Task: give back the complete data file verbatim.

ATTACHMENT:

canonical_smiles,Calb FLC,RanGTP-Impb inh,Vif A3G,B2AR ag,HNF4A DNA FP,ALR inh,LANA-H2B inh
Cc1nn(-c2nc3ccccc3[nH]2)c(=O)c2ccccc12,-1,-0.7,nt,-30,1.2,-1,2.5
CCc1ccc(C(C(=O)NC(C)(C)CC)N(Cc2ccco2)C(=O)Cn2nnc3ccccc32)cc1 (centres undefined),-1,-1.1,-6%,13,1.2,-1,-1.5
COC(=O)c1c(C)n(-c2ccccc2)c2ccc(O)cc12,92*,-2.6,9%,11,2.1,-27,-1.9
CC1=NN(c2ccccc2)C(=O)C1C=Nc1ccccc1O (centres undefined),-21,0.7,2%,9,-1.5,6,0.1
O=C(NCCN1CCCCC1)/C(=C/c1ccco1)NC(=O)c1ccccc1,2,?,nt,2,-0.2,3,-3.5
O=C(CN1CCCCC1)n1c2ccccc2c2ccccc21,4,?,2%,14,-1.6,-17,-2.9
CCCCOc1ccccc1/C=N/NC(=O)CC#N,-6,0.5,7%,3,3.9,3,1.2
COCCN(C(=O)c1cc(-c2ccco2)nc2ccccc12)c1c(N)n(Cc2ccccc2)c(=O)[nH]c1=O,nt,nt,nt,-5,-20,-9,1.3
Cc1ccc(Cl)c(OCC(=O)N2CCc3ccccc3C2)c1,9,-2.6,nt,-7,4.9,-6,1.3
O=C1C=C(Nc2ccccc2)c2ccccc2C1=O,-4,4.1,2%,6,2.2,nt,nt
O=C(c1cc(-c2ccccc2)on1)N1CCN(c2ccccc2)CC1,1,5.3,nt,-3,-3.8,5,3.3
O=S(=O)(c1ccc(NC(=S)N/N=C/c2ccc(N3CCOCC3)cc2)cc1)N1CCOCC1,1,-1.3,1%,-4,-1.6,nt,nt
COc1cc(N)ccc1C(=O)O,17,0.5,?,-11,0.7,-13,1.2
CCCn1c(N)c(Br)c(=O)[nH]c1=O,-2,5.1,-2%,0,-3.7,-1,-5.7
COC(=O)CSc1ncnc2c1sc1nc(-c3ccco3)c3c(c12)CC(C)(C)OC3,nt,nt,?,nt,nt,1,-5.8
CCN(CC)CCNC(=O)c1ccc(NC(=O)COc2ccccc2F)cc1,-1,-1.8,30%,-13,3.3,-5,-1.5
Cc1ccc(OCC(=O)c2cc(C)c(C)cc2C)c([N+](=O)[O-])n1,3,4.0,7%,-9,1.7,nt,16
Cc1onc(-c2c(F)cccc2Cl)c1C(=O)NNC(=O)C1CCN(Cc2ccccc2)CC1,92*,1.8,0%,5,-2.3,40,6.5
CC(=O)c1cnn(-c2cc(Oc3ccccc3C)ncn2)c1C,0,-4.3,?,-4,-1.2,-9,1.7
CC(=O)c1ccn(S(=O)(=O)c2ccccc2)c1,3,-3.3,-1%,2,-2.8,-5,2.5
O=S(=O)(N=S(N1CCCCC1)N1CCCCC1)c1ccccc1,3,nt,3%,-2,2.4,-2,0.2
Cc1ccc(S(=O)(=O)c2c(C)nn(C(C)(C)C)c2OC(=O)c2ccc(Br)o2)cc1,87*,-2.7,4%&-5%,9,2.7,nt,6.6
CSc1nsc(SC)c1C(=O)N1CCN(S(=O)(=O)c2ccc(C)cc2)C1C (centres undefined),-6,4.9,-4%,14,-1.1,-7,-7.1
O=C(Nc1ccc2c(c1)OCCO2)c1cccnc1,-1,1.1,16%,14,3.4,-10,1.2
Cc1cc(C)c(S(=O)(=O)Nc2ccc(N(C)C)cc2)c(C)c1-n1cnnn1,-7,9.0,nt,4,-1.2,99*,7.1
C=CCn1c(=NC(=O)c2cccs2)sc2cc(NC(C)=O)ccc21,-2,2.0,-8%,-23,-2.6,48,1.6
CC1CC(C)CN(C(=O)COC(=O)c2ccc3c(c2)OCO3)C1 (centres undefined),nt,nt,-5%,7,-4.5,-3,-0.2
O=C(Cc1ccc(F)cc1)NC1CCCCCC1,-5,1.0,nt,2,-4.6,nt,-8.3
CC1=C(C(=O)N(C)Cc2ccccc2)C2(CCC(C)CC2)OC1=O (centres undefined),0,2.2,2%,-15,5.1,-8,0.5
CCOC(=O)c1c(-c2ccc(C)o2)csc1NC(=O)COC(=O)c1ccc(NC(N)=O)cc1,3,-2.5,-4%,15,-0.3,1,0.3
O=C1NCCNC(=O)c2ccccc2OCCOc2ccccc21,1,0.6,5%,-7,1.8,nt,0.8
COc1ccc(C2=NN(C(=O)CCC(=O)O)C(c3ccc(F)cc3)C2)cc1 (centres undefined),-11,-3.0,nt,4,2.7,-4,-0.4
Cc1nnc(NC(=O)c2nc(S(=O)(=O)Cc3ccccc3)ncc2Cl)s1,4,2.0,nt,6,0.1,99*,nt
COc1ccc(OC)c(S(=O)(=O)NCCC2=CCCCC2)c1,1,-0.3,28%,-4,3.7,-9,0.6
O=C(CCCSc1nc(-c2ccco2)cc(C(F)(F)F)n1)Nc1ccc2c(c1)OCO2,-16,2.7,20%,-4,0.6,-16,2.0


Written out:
canonical_smiles,Calb FLC,RanGTP-Impb inh,Vif A3G,B2AR ag,HNF4A DNA FP,ALR inh,LANA-H2B inh
Cc1nn(-c2nc3ccccc3[nH]2)c(=O)c2ccccc12,-1,-0.7,nt,-30,1.2,-1,2.5
CCc1ccc(C(C(=O)NC(C)(C)CC)N(Cc2ccco2)C(=O)Cn2nnc3ccccc32)cc1 (centres undefined),-1,-1.1,-6%,13,1.2,-1,-1.5
COC(=O)c1c(C)n(-c2ccccc2)c2ccc(O)cc12,92*,-2.6,9%,11,2.1,-27,-1.9
CC1=NN(c2ccccc2)C(=O)C1C=Nc1ccccc1O (centres undefined),-21,0.7,2%,9,-1.5,6,0.1
O=C(NCCN1CCCCC1)/C(=C/c1ccco1)NC(=O)c1ccccc1,2,?,nt,2,-0.2,3,-3.5
O=C(CN1CCCCC1)n1c2ccccc2c2ccccc21,4,?,2%,14,-1.6,-17,-2.9
CCCCOc1ccccc1/C=N/NC(=O)CC#N,-6,0.5,7%,3,3.9,3,1.2
COCCN(C(=O)c1cc(-c2ccco2)nc2ccccc12)c1c(N)n(Cc2ccccc2)c(=O)[nH]c1=O,nt,nt,nt,-5,-20,-9,1.3
Cc1ccc(Cl)c(OCC(=O)N2CCc3ccccc3C2)c1,9,-2.6,nt,-7,4.9,-6,1.3
O=C1C=C(Nc2ccccc2)c2ccccc2C1=O,-4,4.1,2%,6,2.2,nt,nt
O=C(c1cc(-c2ccccc2)on1)N1CCN(c2ccccc2)CC1,1,5.3,nt,-3,-3.8,5,3.3
O=S(=O)(c1ccc(NC(=S)N/N=C/c2ccc(N3CCOCC3)cc2)cc1)N1CCOCC1,1,-1.3,1%,-4,-1.6,nt,nt
COc1cc(N)ccc1C(=O)O,17,0.5,?,-11,0.7,-13,1.2
CCCn1c(N)c(Br)c(=O)[nH]c1=O,-2,5.1,-2%,0,-3.7,-1,-5.7
COC(=O)CSc1ncnc2c1sc1nc(-c3ccco3)c3c(c12)CC(C)(C)OC3,nt,nt,?,nt,nt,1,-5.8
CCN(CC)CCNC(=O)c1ccc(NC(=O)COc2ccccc2F)cc1,-1,-1.8,30%,-13,3.3,-5,-1.5
Cc1ccc(OCC(=O)c2cc(C)c(C)cc2C)c([N+](=O)[O-])n1,3,4.0,7%,-9,1.7,nt,16
Cc1onc(-c2c(F)cccc2Cl)c1C(=O)NNC(=O)C1CCN(Cc2ccccc2)CC1,92*,1.8,0%,5,-2.3,40,6.5
CC(=O)c1cnn(-c2cc(Oc3ccccc3C)ncn2)c1C,0,-4.3,?,-4,-1.2,-9,1.7
CC(=O)c1ccn(S(=O)(=O)c2ccccc2)c1,3,-3.3,-1%,2,-2.8,-5,2.5
O=S(=O)(N=S(N1CCCCC1)N1CCCCC1)c1ccccc1,3,nt,3%,-2,2.4,-2,0.2
Cc1ccc(S(=O)(=O)c2c(C)nn(C(C)(C)C)c2OC(=O)c2ccc(Br)o2)cc1,87*,-2.7,4%&-5%,9,2.7,nt,6.6
CSc1nsc(SC)c1C(=O)N1CCN(S(=O)(=O)c2ccc(C)cc2)C1C (centres undefined),-6,4.9,-4%,14,-1.1,-7,-7.1
O=C(Nc1ccc2c(c1)OCCO2)c1cccnc1,-1,1.1,16%,14,3.4,-10,1.2
Cc1cc(C)c(S(=O)(=O)Nc2ccc(N(C)C)cc2)c(C)c1-n1cnnn1,-7,9.0,nt,4,-1.2,99*,7.1
C=CCn1c(=NC(=O)c2cccs2)sc2cc(NC(C)=O)ccc21,-2,2.0,-8%,-23,-2.6,48,1.6
CC1CC(C)CN(C(=O)COC(=O)c2ccc3c(c2)OCO3)C1 (centres undefined),nt,nt,-5%,7,-4.5,-3,-0.2
O=C(Cc1ccc(F)cc1)NC1CCCCCC1,-5,1.0,nt,2,-4.6,nt,-8.3
CC1=C(C(=O)N(C)Cc2ccccc2)C2(CCC(C)CC2)OC1=O (centres undefined),0,2.2,2%,-15,5.1,-8,0.5
CCOC(=O)c1c(-c2ccc(C)o2)csc1NC(=O)COC(=O)c1ccc(NC(N)=O)cc1,3,-2.5,-4%,15,-0.3,1,0.3
O=C1NCCNC(=O)c2ccccc2OCCOc2ccccc21,1,0.6,5%,-7,1.8,nt,0.8
COc1ccc(C2=NN(C(=O)CCC(=O)O)C(c3ccc(F)cc3)C2)cc1 (centres undefined),-11,-3.0,nt,4,2.7,-4,-0.4
Cc1nnc(NC(=O)c2nc(S(=O)(=O)Cc3ccccc3)ncc2Cl)s1,4,2.0,nt,6,0.1,99*,nt
COc1ccc(OC)c(S(=O)(=O)NCCC2=CCCCC2)c1,1,-0.3,28%,-4,3.7,-9,0.6
O=C(CCCSc1nc(-c2ccco2)cc(C(F)(F)F)n1)Nc1ccc2c(c1)OCO2,-16,2.7,20%,-4,0.6,-16,2.0